“But when He saw the multitudes, (Jesus) was moved with compassion for them, because they were weary and scattered, like sheep having no shepherd. Then He said to the disciples, ‘The harvest truly is plentiful, but the laborers are few. Therefore, pray the Lord of the harvest to send out laborers into His harvest” (Matthew 9:36-38).
Little of this is what we would have expected.
The newly baptized Savior was moving in and around Galilee preaching and ministering. Was this the first time He had “gotten out” and seen the crowds, growing up as He did in the small town of Nazareth where He worked alongside His father in the carpentry business? Was this a surprise to Him, seeing the crowds in this way?
The people seemed as sheep with no shepherd. Think of what that means….
Ronald Dunn, now in Heaven, was a prolific writer and speaker on prayer and the deeper life. He pastored in Texas and authored many books. What follows are stories taken from his book “Don’t Just Stand There, Pray Something: The Incredible Power of Intercessory Prayer.” Published in 1991 by Thomas Nelson.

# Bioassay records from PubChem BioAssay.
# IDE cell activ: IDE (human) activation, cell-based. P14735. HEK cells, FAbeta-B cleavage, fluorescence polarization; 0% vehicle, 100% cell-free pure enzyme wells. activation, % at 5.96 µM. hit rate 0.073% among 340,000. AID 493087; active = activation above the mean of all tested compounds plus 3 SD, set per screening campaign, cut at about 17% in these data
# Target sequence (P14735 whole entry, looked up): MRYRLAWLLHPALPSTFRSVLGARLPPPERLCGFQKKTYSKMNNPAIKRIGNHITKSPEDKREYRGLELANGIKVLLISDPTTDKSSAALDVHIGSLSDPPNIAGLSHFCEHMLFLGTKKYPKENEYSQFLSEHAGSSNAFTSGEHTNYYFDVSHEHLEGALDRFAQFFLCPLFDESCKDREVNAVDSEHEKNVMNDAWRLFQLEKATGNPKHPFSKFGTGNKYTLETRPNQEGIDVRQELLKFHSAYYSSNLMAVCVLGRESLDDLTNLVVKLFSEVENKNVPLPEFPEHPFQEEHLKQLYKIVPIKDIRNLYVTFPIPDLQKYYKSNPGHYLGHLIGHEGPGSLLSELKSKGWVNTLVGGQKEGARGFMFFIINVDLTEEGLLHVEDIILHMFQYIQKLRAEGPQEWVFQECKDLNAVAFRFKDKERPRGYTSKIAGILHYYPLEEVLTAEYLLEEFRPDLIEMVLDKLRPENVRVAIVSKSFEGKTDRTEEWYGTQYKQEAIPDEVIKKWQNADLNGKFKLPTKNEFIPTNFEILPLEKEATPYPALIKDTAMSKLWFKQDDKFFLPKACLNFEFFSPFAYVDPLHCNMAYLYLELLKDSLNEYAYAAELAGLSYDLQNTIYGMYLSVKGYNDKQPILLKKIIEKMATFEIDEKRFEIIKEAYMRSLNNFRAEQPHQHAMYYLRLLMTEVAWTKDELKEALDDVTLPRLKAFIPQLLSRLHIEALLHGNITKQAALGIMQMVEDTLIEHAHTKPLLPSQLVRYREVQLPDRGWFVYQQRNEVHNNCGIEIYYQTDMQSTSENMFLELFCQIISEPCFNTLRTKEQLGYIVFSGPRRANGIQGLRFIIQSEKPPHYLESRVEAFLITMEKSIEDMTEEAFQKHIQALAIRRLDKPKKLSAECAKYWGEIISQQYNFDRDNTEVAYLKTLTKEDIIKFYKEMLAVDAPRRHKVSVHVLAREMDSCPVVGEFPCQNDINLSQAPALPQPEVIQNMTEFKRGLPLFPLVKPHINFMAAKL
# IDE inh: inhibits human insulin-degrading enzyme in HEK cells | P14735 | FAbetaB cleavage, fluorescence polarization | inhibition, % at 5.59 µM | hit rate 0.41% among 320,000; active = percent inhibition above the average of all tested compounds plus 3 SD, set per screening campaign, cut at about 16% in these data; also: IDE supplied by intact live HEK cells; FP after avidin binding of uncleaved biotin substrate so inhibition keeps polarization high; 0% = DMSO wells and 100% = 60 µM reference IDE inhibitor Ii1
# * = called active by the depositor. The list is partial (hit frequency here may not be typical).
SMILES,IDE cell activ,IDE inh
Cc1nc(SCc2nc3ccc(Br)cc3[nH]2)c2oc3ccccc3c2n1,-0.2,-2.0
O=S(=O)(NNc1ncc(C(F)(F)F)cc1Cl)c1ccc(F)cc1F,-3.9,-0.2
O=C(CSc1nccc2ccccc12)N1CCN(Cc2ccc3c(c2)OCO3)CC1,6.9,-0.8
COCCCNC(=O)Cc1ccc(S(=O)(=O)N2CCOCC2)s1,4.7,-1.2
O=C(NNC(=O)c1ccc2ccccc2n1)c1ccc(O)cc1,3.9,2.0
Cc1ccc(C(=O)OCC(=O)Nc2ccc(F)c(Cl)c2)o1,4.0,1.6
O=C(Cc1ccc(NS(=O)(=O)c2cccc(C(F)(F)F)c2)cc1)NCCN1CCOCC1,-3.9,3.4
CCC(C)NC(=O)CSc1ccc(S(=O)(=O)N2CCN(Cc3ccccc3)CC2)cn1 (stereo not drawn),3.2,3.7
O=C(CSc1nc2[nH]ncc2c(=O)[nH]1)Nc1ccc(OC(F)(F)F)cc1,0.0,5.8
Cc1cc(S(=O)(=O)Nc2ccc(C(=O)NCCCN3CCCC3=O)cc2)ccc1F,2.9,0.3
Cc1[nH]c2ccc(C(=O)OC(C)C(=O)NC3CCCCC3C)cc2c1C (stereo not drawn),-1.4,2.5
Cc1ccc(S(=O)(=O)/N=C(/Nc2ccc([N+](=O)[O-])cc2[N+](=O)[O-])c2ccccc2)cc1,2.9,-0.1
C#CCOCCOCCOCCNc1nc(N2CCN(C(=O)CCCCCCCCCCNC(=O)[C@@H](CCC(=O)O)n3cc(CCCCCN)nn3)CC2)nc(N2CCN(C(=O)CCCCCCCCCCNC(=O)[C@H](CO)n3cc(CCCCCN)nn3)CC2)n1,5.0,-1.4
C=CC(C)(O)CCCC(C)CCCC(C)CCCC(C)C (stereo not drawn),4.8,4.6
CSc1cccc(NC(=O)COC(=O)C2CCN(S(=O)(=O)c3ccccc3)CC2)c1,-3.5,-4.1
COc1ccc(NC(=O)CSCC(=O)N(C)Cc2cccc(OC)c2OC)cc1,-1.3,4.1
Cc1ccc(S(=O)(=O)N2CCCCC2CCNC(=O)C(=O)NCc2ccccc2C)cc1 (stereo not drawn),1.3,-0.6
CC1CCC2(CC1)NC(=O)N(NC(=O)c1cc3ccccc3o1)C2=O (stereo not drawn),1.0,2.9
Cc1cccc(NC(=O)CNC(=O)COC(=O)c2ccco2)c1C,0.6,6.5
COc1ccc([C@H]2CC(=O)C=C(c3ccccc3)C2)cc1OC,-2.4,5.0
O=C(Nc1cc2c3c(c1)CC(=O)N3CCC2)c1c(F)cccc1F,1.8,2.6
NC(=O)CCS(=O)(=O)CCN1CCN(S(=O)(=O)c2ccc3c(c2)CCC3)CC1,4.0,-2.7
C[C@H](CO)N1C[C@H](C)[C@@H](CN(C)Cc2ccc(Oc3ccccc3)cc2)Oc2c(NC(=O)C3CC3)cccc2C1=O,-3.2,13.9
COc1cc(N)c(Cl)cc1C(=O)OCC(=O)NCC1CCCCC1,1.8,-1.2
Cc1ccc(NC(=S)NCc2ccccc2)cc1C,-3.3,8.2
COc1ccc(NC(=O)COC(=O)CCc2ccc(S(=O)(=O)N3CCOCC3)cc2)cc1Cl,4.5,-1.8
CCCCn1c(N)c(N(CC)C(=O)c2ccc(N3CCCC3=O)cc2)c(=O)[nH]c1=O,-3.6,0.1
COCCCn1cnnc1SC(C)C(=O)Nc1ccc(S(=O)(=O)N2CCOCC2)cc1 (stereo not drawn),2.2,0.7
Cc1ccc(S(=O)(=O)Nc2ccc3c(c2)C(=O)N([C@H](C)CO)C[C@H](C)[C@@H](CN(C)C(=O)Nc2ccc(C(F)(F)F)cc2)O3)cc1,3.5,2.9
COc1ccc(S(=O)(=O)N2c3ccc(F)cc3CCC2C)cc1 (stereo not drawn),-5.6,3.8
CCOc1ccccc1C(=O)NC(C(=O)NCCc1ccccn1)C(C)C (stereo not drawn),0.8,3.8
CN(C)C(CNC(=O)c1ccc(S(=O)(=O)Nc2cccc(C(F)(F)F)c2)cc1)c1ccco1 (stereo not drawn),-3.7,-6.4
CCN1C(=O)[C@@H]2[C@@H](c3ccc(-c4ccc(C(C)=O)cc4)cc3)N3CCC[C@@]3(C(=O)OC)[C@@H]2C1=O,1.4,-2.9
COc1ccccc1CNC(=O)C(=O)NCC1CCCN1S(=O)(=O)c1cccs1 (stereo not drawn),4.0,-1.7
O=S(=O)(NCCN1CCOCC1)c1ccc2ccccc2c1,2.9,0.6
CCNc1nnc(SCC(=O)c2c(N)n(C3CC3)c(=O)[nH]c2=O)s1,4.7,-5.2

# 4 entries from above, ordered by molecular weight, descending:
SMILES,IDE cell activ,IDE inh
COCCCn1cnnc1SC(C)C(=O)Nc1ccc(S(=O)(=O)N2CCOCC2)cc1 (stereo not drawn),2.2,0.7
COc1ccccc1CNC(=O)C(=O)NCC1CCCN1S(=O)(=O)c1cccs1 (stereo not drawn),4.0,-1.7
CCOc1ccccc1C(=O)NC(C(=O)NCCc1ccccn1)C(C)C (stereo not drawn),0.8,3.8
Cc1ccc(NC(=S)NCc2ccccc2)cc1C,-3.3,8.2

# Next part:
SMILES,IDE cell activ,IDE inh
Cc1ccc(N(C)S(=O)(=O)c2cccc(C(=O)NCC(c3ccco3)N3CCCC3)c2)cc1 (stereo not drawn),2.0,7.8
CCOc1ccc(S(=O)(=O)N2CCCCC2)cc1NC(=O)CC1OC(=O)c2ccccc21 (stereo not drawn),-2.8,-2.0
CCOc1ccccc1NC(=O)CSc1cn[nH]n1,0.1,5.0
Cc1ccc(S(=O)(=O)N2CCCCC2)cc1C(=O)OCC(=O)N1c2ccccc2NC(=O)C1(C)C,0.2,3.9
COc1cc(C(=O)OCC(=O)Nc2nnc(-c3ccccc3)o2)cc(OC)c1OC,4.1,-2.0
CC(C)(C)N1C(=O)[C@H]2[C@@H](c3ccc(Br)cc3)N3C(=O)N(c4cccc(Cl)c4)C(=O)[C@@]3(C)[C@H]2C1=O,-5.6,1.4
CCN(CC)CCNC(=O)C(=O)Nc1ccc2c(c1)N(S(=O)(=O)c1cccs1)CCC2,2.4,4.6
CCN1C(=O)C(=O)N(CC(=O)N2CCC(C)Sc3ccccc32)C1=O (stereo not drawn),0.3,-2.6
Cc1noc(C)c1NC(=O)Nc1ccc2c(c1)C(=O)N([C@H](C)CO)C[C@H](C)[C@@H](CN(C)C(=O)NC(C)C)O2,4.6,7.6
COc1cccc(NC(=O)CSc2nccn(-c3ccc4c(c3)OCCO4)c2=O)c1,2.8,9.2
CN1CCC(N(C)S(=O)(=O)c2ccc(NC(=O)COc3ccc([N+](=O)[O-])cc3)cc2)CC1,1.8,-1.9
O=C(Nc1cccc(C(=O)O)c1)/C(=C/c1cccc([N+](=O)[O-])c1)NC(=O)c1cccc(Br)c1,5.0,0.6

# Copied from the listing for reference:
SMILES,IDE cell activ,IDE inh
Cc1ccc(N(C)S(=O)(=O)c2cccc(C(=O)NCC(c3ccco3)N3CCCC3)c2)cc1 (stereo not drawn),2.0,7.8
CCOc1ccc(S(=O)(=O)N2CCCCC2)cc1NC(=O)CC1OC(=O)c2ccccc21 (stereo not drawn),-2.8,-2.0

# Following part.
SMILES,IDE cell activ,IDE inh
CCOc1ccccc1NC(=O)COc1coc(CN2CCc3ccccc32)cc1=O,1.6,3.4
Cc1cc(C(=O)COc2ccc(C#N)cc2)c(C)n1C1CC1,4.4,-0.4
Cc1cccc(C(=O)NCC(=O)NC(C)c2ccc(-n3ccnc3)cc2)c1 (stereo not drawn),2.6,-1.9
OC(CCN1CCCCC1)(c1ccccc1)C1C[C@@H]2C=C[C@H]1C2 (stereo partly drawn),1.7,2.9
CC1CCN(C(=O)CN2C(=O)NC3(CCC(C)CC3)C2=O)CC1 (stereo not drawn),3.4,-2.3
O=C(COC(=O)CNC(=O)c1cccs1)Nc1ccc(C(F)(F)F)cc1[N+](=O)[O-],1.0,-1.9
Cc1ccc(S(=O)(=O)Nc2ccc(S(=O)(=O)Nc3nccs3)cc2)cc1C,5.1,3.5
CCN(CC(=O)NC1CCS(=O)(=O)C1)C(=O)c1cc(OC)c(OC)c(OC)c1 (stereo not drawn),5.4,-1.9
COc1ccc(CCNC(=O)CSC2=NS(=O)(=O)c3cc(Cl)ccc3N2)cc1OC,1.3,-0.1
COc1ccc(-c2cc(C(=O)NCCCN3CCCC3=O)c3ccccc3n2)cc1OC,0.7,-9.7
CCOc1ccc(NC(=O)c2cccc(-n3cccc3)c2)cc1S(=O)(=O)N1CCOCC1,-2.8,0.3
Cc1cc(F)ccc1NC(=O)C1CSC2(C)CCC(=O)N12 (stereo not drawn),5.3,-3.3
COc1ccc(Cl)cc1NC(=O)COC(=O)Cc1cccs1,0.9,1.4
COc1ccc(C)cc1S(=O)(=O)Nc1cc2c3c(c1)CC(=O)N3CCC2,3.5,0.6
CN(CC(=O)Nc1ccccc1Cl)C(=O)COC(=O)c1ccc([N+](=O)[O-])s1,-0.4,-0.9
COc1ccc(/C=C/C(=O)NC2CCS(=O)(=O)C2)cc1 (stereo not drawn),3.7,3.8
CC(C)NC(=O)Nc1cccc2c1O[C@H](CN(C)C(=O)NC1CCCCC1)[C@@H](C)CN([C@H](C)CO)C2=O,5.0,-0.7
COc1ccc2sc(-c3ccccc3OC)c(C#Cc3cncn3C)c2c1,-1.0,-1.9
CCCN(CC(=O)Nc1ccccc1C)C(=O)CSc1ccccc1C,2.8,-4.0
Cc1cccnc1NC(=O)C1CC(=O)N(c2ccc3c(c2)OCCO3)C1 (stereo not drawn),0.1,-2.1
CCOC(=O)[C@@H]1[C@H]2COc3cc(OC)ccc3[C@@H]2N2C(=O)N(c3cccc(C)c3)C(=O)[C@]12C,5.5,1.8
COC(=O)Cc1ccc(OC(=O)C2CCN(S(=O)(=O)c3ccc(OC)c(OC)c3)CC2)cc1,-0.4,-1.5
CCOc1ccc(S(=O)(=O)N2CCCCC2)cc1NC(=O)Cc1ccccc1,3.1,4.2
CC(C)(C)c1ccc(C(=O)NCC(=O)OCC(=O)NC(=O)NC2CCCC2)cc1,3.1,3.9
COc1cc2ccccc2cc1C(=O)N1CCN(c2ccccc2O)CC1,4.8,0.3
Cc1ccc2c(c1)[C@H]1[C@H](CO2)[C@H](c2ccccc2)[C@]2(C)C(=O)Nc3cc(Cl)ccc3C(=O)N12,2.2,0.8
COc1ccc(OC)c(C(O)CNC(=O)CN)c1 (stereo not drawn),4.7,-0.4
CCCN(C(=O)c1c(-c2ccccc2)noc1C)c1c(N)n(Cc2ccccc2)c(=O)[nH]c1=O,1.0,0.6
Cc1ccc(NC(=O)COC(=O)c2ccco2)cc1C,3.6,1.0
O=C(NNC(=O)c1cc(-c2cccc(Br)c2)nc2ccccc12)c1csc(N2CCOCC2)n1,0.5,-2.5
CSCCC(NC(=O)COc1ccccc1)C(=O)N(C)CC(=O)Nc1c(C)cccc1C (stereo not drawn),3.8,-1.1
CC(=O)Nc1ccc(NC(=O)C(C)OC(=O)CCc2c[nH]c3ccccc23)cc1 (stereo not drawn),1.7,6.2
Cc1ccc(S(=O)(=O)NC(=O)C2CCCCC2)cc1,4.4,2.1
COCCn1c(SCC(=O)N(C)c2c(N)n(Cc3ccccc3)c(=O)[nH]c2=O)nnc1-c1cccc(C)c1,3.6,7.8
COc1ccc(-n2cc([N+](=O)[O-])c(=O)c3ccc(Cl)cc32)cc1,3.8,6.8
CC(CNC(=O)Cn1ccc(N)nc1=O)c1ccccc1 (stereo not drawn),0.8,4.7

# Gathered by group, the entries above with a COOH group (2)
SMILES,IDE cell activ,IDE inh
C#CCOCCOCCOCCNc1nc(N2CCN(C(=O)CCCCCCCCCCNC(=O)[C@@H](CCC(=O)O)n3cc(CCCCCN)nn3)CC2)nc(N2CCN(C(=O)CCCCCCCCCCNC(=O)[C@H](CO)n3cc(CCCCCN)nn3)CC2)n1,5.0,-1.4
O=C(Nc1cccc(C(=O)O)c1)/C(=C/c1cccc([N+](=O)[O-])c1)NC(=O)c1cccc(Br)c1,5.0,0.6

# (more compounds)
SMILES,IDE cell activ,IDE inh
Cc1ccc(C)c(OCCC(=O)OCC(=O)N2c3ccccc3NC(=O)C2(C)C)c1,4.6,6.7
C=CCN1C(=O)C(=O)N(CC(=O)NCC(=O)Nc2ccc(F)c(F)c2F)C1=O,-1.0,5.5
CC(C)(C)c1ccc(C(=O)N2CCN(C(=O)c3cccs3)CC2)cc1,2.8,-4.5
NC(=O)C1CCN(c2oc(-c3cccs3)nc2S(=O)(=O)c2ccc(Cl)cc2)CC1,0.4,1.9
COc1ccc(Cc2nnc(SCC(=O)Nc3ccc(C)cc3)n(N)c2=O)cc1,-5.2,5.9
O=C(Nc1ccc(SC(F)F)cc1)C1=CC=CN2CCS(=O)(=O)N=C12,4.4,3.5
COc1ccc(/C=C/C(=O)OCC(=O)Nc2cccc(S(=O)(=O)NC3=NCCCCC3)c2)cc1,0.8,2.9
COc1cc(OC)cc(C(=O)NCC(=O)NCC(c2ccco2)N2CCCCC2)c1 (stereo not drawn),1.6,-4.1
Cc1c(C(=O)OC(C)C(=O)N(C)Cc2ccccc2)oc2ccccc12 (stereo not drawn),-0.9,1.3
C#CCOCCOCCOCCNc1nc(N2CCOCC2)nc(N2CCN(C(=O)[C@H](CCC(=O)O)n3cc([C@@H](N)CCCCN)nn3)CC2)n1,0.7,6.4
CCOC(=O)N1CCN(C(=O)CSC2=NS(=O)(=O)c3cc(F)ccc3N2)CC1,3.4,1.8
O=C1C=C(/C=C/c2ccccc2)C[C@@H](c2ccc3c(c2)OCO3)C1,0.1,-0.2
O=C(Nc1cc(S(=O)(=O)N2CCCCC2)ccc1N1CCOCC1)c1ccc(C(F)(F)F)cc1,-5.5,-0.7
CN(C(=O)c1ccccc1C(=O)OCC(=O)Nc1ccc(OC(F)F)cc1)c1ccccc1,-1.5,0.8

First story. (I’ve heard this from numerous speakers, but it’s Ron’s story.)
I was speaking at a banquet for a church’s intercessory prayer ministry when (this mother of a teenager) shared a recent answer to prayer. A few days before, as she was getting a pie ready to put into the oven, the phone rang, It was the school nurse. Her son had come down with a high fever and would she come and take him home?
The mother calculated how long it would take to drive to school and back, and how long the pie should bake, and concluded there was enough time. Popping the pie into the oven, she left for school. When she arrived, her son’s fever was worse and the nurse urged her to take him to the doctor.